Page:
6 Symptoms of a Bad Tie Rod End and Replacement Cost

Without tie rods, you can forget about steering your vehicle. These rods connect the steering and suspension system to the front wheels of the car. Thanks to the tie rods, you’re able to steer the car with minimal effort.

Over time, the rods wear out. They’ll wear out faster if you regularly travel on uneven roads. In most cases, though, they’ll last you a few years. 

How a Tie Rod Works

It is made up of an inner tie rod and an outer tie rod. These rods are connected to the steering system, and then to the wheels. When you turn the steering wheel, the rods roll over a slotted rack, which makes the front tires turn.

The rods will either push or pull the tires, depending on which way you’re turning. Both ends have a well-lubricated ball joint attached. The outer ones have rubber around them to protect them, but over time the lubrication can leak out, and the rubber can perish.

When that happens, you must act fast, or you’ll lose steering ability entirely.

Top 6 Bad Tie Rod End Symptoms

Are you wondering how to tell if you have a broken tie rod or loose tie rod? Let’s look at the most common symptoms:

1) The Steering Shakes

The rods keep all the components in the correct position. If something goes wrong, they come loose. When this happens, the components are not held in the right position.

As you drive along, the steering will start to shake noticeably. It’ll worsen when you take a corner or start to speed up.

2) Bad Front-End Alignment

You’ll notice misalignment because the car will keep veering to one side. Test if this is your problem by driving down a straight road. Let the steering wheel go and see what the car does.

If the wheels are still properly aligned, the car should drive straight. If it veers to one side, it means that you likely have a bad alignment and need to have it checked out.

3) The Steering Wheel Moves Freely

It sounds a little odd, but you’ll understand what we mean if it happens to you. If the steering wheel seems to have too much play, and you can move it far more easily than normal, take it in to be checked. 

4) Weird Sounds

Bumps in the night are quite a lot of fun when you’re in a “haunted” house. In your car, though, they’re serious. Listen out for squealing or squeaking, especially when rounding corners.

It is a sure sign that the joint is not lubricated as it should be and must be dealt with quickly. Rattling is another bad sign and could be indicative of this issue.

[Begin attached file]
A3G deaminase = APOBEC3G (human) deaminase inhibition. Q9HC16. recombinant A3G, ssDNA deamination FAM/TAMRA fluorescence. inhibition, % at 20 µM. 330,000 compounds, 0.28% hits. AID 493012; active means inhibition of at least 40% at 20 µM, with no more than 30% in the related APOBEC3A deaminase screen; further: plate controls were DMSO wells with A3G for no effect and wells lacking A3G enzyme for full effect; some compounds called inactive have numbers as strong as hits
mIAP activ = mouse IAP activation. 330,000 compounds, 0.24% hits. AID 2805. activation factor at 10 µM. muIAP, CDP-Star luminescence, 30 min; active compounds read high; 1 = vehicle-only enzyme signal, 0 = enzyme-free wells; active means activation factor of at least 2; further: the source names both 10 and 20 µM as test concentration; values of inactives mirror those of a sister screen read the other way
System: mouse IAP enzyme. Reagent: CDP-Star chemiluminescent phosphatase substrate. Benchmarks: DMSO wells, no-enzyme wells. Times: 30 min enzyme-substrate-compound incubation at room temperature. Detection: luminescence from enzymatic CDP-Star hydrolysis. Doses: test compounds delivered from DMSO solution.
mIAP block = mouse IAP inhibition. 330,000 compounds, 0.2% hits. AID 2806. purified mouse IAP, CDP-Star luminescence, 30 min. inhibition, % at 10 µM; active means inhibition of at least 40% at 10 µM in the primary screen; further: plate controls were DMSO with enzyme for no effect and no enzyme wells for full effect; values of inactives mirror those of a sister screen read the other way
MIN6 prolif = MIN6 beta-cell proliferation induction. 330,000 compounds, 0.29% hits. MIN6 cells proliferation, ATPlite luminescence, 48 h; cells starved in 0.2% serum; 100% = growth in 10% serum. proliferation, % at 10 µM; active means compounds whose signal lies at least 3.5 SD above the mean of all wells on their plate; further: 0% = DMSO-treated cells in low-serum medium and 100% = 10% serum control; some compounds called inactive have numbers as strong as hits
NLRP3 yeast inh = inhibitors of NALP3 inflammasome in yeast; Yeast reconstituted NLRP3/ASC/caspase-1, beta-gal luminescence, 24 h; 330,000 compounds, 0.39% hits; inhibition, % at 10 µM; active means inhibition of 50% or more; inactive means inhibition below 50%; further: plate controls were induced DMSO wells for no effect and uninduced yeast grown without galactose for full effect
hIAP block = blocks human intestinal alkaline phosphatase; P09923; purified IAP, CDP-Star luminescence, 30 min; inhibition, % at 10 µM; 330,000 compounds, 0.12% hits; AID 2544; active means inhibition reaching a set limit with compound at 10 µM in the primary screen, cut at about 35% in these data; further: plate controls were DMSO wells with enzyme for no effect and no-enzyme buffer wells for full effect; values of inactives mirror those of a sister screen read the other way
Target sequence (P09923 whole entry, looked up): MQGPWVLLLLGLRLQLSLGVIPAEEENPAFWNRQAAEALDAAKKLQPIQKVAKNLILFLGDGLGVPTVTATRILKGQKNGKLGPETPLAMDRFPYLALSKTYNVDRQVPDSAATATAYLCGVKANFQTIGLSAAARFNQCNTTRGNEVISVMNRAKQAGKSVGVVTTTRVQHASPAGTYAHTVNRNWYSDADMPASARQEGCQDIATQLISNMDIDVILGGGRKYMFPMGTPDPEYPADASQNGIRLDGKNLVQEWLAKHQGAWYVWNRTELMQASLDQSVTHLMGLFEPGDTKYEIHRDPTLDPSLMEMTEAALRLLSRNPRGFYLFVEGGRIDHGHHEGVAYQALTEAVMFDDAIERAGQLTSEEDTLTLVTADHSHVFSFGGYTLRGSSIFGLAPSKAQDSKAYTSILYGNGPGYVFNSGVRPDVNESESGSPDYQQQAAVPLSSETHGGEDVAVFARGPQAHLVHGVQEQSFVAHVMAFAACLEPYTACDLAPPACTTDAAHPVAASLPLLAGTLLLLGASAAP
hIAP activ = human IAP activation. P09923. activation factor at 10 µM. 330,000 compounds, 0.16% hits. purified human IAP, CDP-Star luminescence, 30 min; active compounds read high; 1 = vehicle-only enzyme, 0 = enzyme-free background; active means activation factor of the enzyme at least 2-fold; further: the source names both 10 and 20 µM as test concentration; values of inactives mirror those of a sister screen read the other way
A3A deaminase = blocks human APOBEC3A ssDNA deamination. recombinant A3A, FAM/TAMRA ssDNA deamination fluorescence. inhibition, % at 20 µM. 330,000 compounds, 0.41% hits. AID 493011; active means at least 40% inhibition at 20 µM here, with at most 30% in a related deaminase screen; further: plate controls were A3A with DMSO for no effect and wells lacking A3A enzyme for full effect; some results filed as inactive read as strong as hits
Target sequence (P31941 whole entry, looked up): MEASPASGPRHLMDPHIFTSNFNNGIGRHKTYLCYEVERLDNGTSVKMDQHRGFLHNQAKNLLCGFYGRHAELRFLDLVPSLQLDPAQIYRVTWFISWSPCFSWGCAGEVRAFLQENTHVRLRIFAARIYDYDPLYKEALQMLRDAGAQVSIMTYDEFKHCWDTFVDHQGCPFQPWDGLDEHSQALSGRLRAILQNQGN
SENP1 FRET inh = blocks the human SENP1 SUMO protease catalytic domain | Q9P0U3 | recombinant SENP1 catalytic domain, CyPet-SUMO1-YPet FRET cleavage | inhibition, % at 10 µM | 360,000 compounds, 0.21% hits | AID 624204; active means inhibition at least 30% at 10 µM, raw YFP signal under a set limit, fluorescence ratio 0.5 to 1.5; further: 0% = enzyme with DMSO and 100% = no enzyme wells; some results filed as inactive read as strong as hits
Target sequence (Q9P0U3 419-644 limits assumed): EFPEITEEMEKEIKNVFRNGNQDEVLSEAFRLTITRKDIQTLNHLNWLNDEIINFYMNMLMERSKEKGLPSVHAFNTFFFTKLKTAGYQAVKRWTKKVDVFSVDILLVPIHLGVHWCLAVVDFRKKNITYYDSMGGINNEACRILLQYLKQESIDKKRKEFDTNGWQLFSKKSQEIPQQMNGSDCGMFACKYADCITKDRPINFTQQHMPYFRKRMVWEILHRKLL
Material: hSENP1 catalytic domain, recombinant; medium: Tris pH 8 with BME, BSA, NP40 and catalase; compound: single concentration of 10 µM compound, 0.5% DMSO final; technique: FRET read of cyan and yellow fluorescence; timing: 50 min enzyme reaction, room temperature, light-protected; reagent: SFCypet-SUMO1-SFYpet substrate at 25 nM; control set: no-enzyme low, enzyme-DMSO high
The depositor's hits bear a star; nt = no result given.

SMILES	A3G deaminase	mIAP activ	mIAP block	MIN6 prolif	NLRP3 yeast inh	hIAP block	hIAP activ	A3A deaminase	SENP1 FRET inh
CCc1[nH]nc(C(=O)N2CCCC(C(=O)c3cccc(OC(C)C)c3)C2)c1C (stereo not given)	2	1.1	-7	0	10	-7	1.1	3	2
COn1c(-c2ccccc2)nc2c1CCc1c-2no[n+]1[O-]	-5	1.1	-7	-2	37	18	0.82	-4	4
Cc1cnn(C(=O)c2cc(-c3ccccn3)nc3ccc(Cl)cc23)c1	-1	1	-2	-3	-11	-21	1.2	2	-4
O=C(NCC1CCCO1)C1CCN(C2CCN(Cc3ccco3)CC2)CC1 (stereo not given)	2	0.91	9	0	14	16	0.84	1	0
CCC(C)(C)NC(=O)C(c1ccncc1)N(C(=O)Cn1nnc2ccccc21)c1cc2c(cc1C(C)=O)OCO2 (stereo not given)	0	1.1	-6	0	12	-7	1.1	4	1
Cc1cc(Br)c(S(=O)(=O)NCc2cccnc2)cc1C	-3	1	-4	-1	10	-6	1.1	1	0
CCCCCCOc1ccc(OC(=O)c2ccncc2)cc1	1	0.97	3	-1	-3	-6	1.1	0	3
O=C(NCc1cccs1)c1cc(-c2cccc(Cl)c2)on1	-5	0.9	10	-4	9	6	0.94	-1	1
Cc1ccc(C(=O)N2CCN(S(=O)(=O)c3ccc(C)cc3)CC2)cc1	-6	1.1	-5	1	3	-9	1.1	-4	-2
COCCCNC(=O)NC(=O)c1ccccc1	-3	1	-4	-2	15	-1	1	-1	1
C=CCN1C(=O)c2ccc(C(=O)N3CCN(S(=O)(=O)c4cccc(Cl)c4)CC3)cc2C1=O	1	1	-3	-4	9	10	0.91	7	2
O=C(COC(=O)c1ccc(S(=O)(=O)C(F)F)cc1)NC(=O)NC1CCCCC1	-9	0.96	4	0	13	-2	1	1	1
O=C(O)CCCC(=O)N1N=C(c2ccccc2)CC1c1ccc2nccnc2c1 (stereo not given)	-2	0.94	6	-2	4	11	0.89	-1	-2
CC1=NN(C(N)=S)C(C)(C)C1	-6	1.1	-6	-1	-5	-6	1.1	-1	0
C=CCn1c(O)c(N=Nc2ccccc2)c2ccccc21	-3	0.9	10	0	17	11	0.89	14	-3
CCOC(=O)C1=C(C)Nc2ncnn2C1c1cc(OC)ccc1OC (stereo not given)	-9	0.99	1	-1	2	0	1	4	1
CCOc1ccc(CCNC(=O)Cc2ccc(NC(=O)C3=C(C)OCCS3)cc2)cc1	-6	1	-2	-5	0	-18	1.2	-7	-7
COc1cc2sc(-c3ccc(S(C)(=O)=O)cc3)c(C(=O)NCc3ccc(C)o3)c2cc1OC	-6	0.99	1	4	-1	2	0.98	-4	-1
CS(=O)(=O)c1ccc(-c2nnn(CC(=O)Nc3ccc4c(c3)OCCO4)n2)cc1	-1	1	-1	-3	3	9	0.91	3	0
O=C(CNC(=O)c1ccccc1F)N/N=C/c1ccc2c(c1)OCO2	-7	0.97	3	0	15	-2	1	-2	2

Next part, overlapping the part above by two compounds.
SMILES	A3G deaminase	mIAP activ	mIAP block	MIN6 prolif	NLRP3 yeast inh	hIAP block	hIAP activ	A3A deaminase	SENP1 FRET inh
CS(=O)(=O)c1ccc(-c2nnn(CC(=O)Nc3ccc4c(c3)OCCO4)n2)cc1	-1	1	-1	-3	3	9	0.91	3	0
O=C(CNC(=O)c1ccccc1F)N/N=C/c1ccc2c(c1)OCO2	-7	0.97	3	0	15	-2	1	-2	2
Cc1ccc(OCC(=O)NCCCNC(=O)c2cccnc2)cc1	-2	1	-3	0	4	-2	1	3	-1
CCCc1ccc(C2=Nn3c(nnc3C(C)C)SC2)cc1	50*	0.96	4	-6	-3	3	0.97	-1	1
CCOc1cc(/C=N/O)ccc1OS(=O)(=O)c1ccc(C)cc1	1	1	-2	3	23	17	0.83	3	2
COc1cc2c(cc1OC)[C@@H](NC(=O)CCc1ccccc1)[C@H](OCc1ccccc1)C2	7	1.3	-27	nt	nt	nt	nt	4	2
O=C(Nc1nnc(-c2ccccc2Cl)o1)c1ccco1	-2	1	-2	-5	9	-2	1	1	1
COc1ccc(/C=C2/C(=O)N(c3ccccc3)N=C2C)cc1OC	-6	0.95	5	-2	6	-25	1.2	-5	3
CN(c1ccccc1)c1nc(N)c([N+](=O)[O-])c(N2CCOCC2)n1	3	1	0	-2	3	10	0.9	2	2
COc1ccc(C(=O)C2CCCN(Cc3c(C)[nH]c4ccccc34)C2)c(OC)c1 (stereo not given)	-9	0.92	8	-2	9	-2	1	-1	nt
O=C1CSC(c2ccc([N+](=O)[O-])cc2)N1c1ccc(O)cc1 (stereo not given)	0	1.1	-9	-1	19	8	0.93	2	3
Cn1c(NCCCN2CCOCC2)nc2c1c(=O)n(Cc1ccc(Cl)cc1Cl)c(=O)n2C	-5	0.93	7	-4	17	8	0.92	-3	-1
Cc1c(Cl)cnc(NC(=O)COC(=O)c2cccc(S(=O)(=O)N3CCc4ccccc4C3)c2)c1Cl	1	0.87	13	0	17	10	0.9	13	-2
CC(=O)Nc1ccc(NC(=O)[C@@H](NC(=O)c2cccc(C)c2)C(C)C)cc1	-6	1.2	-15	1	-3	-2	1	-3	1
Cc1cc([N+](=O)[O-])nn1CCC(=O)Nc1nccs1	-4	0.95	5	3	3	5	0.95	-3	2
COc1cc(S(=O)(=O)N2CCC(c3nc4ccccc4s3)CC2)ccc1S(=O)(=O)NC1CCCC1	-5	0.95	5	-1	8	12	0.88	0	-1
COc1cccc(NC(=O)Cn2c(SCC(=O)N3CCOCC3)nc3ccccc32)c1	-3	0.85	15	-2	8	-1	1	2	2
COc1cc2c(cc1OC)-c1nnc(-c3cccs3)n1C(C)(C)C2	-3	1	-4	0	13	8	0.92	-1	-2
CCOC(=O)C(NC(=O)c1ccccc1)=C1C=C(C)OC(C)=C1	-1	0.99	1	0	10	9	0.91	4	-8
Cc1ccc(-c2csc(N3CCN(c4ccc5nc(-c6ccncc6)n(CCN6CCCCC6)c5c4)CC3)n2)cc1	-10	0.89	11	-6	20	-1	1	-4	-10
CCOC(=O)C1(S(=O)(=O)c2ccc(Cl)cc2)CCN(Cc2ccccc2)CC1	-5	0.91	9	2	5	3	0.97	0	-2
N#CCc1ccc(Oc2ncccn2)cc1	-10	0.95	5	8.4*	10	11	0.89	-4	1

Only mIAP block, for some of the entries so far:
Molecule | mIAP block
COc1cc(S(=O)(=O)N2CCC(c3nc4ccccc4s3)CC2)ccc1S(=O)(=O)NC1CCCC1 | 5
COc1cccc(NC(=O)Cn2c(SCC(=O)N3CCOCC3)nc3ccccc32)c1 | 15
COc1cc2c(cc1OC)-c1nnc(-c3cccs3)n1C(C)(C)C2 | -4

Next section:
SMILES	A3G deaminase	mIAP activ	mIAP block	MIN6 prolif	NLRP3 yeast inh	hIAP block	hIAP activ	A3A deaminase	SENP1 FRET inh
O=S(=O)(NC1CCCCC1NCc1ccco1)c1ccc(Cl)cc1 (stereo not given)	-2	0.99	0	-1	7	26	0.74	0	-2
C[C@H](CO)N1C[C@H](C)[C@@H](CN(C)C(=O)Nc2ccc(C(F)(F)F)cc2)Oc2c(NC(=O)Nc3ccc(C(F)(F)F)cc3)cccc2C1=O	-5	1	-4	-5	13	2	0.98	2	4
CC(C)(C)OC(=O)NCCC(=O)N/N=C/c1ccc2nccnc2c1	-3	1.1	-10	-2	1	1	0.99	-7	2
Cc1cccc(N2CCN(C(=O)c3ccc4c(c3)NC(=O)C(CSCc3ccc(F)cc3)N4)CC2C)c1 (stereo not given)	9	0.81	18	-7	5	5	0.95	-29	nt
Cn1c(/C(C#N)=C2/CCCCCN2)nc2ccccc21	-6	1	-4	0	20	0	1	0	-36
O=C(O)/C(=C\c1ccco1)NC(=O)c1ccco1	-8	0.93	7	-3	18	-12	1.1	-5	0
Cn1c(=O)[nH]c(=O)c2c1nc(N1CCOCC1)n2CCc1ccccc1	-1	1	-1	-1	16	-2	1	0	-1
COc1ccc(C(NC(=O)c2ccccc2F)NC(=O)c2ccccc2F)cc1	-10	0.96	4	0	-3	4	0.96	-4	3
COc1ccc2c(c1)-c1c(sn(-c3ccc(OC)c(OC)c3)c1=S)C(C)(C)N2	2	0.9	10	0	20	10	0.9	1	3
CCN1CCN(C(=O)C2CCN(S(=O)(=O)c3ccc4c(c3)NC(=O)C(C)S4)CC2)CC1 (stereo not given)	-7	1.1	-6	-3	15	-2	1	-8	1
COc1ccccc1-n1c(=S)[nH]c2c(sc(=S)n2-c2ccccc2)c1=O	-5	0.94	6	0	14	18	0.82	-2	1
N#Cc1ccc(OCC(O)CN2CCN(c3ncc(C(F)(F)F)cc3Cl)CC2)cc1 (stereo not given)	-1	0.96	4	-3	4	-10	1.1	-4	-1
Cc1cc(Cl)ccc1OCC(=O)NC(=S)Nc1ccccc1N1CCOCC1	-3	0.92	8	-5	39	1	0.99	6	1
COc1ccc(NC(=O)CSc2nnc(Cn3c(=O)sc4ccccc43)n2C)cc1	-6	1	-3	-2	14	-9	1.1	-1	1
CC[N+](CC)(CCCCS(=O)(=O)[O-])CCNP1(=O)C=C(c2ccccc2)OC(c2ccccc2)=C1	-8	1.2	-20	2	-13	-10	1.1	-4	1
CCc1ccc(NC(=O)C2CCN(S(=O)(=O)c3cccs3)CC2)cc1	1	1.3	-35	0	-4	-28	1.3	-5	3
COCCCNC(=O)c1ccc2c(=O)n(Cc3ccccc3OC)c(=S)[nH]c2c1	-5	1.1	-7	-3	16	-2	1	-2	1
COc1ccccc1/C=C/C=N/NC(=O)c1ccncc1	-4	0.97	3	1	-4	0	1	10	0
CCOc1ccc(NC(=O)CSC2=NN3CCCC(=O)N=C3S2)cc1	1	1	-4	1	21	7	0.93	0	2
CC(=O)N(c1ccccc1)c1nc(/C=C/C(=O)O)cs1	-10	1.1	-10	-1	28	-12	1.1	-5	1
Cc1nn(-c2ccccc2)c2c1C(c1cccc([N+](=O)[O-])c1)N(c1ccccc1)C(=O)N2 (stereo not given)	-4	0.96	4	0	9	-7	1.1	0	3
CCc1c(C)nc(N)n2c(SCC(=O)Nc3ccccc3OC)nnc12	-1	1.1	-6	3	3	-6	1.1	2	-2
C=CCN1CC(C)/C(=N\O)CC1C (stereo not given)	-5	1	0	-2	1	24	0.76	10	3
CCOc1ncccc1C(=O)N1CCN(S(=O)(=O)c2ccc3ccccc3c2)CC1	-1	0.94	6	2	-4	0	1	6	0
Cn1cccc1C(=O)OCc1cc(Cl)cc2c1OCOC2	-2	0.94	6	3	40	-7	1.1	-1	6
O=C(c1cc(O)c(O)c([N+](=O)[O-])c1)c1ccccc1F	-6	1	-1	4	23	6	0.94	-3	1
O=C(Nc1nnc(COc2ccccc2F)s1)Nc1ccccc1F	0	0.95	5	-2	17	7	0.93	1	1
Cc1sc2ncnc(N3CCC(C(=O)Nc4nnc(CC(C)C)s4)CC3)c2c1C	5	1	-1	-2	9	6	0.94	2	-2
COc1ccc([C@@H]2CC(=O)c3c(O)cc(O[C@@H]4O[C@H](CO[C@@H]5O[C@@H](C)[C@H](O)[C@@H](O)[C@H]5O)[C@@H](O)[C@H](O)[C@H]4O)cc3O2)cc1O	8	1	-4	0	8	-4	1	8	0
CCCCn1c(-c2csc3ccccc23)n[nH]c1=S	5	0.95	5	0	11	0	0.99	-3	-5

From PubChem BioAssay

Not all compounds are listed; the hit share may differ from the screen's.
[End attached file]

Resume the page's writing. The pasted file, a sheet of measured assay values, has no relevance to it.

5) Abnormal Tire Wear

If your wheels are properly aligned, your tires should wear the same on all sides. When you have a problem with the tie rods, the tire wears at the edges more than in the center.

If you have a problem with your tires losing pressure, and uneven wear, then visit the mechanic today. There is any number of problems that could account for uneven wear. At a minimum, you need to have the wheels realigned for better fuel economy. 

6) Vehicle Vibrates

Everyone loves a bit of shake, rattle, and roll on the dance floor. When your car, though, and it tries to join in on the action, it becomes unnerving. If your car is vibrating violently, then your rods are probably hanging on by a thin and dangerous thread.

If they haven’t failed yet, they will soon.

If this happens to you, park the car on the side of the road and call for help. Driving with broken tie rod ends is extremely hazardous. If one snaps off, you’ll lose control over that side of the car entirely. 

Tie Rod End Replacement Cost

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tie rod end replacement cost

Tie road replacement is not a huge repair. You’re looking at about $20 to $100 per tie rod. So, to replace one set on one wheel will cost between $40 and $200 because you need the inner and outer rods.

Labor is pricey, and you’re looking at a minimum of an hour’s charge. If we take the average mechanic’s price as $80 to $120 per hour, you’re looking at a minimum of $80 in labor.

Some people opt to change all four rods at the same time. There are four assemblies in total.

Those on the rear wheel are simpler in design. Changing the rods at the same time does make sense fiscally. They were all installed at the same time, so they’ll also probably fail at about the same time.

If your budget doesn’t stretch that far, you could do either the front or rear sets first.

Can I Drive With a Bad Tie Rod End?

It’s a complicated issue. If the rods are still in reasonable shape, and just a bit loose, it’s still possible to steer your car. We don’t recommend taking the risk, though.

The problem is that you never know when the rods will break. If you’re driving around a corner and one of them breaks off, you’ll lose control of the car. Keep in mind that the pieces could fly off and damage other sections of the vehicle, too.

It’s not worth taking these kinds of chances. Rather park the car and have it seen to when you can.

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